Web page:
I have long believed that vision is the golden thread that runs through the UN’s Sustainable Development Goals. Poor vision is the world’s largest unaddressed disability, affecting 2.2 billion people globally; in my view, without global access to vision correction, at least 8 or 9 of the UN’s 17 goals are in jeopardy.
This includes gender equality, since women are more likely to suffer from poor vision than men, which in turn affects their working lives and social mobility, in addition to the goal to end poverty, since poor vision can play a key role in preventing social mobility for low-income households. Access to vision correction also has an important role to play in quality education, and in helping those in middle- or low-income countries to access the education they need to thrive.
ENGINE research projects
That’s why the ENGINE research projects announced last week are so vital to creating an impact. The four projects, STABLE (Slashing Two-wheeled Accidents by Leveraging Eyecare), ZEAL (Zimbabwe Eyecare and Learning), CLEVER (Cognitive Level Enhancement through Vision Exams and Refraction) and THRIFT (Transforming Households with Refraction and Innovative Financial Technology), all tackling the impact of poor vision on different issues across the world, are an important step to broadening our understanding of the impact of poor vision on a variety of challenges we face today. Only through conducting this kind of research can we examine these links in detail, and make a strong case for putting vision correction at the centre of our efforts to achieve the SDGs by 2030.
The STABLE project will look at the impact of poor vision on road traffic injuries, the leading cause of death between ages 5-29. This burden falls disproportionately on poor countries; while only 60% of the world’s motor vehicles are in low- and middle-income countries, 93% of road traffic deaths occur there. Uncorrected vision problems are common among drivers in these countries, yet there is very little data on younger drivers in particular, who are at the greatest risk of crashes.
Southeast Asia is the least safe region in the world for motorcyclists, with Vietnam having the region’s highest rates of fatalities. University students in the country are common users of motorbikes, while also having high rates of uncorrected myopia. Studying the correlation between uncorrected vision in young people and accidents, and making the case for access to vision correction for safer roads has the potential to make a strong impact on Vietnam, and on Southeast Asia more broadly.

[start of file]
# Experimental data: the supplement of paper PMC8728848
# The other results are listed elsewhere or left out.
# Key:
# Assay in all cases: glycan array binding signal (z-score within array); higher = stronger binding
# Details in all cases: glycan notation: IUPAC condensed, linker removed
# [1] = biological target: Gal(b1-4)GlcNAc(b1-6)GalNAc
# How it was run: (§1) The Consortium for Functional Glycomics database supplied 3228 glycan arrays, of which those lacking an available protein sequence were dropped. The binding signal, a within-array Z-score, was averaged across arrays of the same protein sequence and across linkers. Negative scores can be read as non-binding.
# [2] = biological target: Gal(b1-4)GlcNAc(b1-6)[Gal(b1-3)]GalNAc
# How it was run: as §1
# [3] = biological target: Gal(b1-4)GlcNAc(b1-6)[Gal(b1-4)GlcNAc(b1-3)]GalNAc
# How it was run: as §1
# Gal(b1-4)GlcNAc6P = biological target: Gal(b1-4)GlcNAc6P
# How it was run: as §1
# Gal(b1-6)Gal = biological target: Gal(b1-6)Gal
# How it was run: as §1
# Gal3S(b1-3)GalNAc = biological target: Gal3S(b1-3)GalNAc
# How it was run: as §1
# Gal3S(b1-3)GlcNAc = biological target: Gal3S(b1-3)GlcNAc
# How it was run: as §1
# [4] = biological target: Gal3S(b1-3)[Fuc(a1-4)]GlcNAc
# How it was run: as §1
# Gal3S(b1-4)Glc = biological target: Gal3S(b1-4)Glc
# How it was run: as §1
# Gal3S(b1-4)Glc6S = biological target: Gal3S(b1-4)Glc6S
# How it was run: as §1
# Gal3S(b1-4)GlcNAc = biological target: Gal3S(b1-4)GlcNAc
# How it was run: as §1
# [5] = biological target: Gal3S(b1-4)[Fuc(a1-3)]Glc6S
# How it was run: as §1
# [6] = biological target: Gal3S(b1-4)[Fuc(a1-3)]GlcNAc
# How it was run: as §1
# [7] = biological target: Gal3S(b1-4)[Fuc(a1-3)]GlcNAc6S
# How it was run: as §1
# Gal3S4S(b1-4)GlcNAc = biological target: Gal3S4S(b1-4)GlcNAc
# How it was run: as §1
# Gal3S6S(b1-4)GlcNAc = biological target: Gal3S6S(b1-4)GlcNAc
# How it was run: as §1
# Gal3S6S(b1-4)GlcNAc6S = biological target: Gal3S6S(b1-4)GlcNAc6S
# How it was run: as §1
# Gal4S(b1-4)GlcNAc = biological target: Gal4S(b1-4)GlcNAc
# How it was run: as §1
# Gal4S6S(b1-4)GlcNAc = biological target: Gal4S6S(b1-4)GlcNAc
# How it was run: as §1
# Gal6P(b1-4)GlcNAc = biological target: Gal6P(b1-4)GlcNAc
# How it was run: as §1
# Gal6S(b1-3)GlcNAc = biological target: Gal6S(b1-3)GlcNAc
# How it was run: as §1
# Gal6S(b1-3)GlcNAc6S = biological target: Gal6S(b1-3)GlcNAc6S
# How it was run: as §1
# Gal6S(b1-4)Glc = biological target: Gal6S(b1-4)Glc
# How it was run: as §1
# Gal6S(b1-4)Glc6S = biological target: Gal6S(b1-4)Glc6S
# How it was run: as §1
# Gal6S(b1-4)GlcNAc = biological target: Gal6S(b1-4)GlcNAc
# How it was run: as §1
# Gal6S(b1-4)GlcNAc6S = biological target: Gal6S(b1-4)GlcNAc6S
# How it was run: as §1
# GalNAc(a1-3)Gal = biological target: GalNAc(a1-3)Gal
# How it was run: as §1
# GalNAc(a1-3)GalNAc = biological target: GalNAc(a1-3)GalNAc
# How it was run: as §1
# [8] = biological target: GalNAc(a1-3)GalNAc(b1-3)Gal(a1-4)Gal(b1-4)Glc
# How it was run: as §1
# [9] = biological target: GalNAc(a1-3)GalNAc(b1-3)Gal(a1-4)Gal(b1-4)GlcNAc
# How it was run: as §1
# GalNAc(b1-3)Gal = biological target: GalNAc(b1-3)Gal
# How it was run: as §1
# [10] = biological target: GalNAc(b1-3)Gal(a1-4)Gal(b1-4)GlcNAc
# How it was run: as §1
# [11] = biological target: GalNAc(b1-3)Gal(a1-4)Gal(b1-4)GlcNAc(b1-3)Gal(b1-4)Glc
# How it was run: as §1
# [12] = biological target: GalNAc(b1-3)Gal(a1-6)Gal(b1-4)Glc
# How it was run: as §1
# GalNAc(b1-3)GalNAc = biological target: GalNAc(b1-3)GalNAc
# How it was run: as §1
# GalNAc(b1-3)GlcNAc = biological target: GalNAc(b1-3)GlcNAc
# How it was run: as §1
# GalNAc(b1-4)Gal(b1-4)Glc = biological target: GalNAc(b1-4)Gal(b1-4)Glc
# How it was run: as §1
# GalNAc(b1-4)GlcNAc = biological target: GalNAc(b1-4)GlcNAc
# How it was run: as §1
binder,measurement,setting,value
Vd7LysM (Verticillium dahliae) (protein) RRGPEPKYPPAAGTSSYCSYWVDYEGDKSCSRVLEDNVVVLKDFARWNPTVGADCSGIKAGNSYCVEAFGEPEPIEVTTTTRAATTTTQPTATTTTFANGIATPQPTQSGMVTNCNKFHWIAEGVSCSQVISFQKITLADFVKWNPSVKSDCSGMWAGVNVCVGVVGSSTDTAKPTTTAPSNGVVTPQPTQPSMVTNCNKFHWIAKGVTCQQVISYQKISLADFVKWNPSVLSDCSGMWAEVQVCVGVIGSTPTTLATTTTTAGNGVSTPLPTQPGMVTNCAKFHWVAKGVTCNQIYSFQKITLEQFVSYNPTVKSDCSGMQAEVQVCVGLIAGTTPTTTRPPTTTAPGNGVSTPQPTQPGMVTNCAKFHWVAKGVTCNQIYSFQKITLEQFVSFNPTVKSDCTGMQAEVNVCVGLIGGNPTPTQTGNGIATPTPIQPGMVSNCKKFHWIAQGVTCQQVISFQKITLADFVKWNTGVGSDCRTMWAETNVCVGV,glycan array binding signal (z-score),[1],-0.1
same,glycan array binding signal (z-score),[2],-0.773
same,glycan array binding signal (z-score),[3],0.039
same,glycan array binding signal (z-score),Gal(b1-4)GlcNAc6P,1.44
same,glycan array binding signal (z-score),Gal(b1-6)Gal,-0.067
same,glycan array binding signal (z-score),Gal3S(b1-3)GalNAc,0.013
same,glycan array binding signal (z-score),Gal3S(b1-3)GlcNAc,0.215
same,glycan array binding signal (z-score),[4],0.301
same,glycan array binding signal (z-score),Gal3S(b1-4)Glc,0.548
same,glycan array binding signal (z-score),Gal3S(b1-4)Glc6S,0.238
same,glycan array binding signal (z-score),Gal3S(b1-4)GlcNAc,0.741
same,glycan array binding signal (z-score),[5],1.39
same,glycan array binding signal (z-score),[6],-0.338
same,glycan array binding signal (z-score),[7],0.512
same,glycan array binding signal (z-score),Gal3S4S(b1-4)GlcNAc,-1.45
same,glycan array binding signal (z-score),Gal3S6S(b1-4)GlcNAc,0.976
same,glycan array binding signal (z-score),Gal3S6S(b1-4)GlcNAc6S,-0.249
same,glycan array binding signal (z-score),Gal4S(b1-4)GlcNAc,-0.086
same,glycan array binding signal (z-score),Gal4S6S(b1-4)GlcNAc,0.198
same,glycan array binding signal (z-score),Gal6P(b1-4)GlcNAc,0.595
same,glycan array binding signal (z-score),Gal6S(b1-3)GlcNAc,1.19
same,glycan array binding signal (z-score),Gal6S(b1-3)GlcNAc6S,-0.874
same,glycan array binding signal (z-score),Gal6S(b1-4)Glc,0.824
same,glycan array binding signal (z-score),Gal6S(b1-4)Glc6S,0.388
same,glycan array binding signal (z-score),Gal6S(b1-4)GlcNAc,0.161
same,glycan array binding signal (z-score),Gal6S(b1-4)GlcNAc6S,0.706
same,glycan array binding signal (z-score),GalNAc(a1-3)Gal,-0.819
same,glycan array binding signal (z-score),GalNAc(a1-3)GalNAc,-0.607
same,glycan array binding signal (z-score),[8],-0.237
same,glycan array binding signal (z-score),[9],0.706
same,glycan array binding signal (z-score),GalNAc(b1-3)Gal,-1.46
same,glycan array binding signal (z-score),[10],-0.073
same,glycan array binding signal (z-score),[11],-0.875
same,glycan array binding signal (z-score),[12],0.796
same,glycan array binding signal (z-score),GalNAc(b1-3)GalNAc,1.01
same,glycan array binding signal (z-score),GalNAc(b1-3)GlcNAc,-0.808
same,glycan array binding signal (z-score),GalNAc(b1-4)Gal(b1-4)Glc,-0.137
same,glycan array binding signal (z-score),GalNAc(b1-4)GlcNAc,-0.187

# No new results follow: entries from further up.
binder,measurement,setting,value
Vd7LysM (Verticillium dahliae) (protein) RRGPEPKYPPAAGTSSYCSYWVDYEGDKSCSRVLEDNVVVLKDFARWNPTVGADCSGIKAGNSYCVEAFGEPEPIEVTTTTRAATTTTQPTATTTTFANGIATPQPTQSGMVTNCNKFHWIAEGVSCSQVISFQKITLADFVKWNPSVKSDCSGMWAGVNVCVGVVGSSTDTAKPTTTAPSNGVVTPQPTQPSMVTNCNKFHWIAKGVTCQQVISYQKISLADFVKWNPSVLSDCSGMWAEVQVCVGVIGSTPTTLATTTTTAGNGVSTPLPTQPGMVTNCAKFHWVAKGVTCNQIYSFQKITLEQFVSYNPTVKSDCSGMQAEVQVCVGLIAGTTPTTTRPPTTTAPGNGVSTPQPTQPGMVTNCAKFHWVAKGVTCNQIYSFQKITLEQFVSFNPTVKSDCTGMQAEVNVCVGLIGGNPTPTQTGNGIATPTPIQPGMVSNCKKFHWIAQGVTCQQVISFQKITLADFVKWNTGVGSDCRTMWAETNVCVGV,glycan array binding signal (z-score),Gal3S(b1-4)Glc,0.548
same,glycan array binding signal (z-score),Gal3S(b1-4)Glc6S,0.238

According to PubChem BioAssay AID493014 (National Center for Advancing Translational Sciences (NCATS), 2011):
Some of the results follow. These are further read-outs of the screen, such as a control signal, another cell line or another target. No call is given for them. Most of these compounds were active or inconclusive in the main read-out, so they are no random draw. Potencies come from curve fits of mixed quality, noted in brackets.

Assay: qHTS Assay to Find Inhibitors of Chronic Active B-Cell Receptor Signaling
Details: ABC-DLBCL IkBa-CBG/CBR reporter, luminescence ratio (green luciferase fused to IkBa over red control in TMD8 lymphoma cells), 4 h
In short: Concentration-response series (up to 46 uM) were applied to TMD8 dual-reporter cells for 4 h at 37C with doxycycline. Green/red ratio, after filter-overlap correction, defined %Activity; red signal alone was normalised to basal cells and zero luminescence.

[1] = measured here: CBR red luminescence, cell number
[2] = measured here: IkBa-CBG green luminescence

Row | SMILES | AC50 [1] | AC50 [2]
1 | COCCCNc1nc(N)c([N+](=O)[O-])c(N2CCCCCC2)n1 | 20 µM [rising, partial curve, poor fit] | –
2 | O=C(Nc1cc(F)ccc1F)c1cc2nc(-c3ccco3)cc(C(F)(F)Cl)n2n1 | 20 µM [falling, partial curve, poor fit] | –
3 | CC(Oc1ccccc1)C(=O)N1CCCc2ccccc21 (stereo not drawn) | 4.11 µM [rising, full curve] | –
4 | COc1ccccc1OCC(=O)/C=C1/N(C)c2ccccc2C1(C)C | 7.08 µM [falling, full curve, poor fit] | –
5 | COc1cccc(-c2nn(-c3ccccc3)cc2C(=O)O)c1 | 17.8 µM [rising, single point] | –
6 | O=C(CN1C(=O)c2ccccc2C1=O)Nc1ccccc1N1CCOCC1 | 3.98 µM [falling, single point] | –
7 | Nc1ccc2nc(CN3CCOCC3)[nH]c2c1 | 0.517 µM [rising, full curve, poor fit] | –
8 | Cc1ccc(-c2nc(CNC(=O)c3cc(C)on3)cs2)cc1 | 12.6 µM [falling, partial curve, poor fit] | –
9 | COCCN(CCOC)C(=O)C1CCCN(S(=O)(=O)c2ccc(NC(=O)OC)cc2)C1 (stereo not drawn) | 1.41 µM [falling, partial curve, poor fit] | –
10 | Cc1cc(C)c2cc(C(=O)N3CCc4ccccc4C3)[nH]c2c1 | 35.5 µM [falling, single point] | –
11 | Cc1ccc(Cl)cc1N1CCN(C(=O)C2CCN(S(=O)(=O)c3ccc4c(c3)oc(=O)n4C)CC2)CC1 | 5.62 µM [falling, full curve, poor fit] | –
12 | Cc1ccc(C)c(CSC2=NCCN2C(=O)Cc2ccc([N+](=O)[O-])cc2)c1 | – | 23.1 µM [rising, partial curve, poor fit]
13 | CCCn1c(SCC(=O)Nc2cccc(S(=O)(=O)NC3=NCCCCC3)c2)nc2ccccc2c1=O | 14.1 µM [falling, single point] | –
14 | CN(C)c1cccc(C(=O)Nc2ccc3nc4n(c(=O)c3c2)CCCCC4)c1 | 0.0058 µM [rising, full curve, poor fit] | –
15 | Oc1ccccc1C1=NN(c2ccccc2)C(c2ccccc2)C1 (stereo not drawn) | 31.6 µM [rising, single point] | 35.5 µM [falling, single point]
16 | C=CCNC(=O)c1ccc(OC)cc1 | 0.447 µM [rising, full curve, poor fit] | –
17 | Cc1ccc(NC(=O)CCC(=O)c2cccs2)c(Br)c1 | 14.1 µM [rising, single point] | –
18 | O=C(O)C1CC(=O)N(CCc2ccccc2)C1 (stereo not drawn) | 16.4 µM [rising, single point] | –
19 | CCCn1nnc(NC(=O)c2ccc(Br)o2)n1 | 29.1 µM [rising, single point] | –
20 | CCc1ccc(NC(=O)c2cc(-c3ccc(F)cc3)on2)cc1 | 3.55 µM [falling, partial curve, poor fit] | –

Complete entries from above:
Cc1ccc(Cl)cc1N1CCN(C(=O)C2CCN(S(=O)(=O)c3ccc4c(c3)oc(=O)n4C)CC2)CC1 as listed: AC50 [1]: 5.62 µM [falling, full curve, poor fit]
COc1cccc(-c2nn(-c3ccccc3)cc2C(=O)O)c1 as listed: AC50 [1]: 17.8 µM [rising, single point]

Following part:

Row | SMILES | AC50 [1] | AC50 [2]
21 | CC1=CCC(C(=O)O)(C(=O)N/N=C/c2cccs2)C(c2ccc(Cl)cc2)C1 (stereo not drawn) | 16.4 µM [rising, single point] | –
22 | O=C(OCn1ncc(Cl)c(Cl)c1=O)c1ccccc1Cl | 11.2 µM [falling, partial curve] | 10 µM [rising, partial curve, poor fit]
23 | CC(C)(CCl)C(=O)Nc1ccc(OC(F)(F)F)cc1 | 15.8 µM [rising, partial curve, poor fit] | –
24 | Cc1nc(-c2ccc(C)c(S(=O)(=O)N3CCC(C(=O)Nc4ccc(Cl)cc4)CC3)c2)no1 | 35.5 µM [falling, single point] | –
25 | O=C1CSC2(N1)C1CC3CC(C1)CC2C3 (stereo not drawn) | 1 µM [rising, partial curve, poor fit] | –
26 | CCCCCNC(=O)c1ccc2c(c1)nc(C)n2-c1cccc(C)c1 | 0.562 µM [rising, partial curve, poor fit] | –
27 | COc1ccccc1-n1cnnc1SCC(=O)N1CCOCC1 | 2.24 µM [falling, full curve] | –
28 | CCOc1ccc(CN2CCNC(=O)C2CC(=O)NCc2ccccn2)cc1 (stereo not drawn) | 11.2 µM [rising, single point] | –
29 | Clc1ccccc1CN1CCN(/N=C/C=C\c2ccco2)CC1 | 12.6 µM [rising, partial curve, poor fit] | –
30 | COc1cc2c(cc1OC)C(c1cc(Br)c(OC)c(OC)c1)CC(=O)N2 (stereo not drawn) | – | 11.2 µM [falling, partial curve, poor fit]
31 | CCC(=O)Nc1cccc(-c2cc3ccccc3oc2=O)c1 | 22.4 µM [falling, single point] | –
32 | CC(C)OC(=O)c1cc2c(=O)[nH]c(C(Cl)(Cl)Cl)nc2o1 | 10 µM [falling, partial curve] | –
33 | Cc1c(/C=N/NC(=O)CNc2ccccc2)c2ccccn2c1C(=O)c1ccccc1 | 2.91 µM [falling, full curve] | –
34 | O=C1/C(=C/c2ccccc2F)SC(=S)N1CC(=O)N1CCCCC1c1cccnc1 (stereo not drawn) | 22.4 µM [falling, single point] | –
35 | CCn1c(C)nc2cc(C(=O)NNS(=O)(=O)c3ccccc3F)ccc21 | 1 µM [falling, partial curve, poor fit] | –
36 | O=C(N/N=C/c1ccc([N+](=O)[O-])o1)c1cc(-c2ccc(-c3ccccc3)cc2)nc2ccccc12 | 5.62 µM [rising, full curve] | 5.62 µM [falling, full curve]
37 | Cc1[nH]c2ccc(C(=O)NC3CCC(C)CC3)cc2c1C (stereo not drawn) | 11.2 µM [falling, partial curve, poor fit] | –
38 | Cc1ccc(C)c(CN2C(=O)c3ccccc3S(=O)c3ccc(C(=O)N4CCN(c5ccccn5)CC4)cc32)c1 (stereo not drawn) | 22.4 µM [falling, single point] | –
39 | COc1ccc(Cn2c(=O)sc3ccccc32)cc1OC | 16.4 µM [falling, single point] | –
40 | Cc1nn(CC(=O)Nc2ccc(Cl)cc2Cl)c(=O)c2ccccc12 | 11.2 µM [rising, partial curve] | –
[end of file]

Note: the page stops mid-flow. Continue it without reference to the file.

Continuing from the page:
The ZEAL project looks at another area where poor vision can severely impact young people: education. In a similar way to STABLE, the project will examine a historically poorly understood correlation, between uncorrected long-sightedness and educational outcomes. Taking place in Zimbabwe, and working with local partners who currently implement the Zimbabwe government’s national school vision project, this project has the potential to clearly examine the link between the two, and help thousands of children across the country gain access to the vision correction they need to thrive.
While not traditionally associated with the field of vision, growing evidence links vision impairment with the risk of cognitive decline, with studies in the US reporting a 55% increased 9-year risk of new cognitive impairment among visually impaired people. The majority of people living with dementia globally live in low- and middle-income countries, where a 223% increase in the burden of dementia is expected from 2015 to 2050.
The CLEVER project will take place in India, where total expenses for dementia care alone will soon consume 0.5% of GDP. As with the STABLE and ZEAL projects, this trial aims to determine and analyse the link between a decline in vision and dementia, which could have dramatic results in improving quality of life for millions of people in low- and middle-income countries across the world.
Finally, the THRIFT project will capitalise on the Bangladesh government’s novel and forward-looking plan to digitise all social safety net payments to the elderly, by providing free glasses and training to help elderly people cope better with unfamiliar smartphones, supporting and improving financial independence. According to recent focus groups among Old Age Allowance recipients, while 71.4% had vision problems, only 12.5% owned glasses. The THRIFT study will aim to expose any correlation between the ability to use mobile banking apps and vision correction and basic training, a correlation which could go on to strongly positively impact financial independence and quality of life across Bangladesh and beyond.
Access to vision correction undoubtedly has an impact on many of the challenges we face globally today, from road safety to dementia, and intersects many of the Sustainable Development Goals. These projects, and the Wellcome Trust’s endorsement of them, mark an exciting and significant moment for the vision sector and beyond, and undoubtedly support our goal to put vision firmly on the global agenda.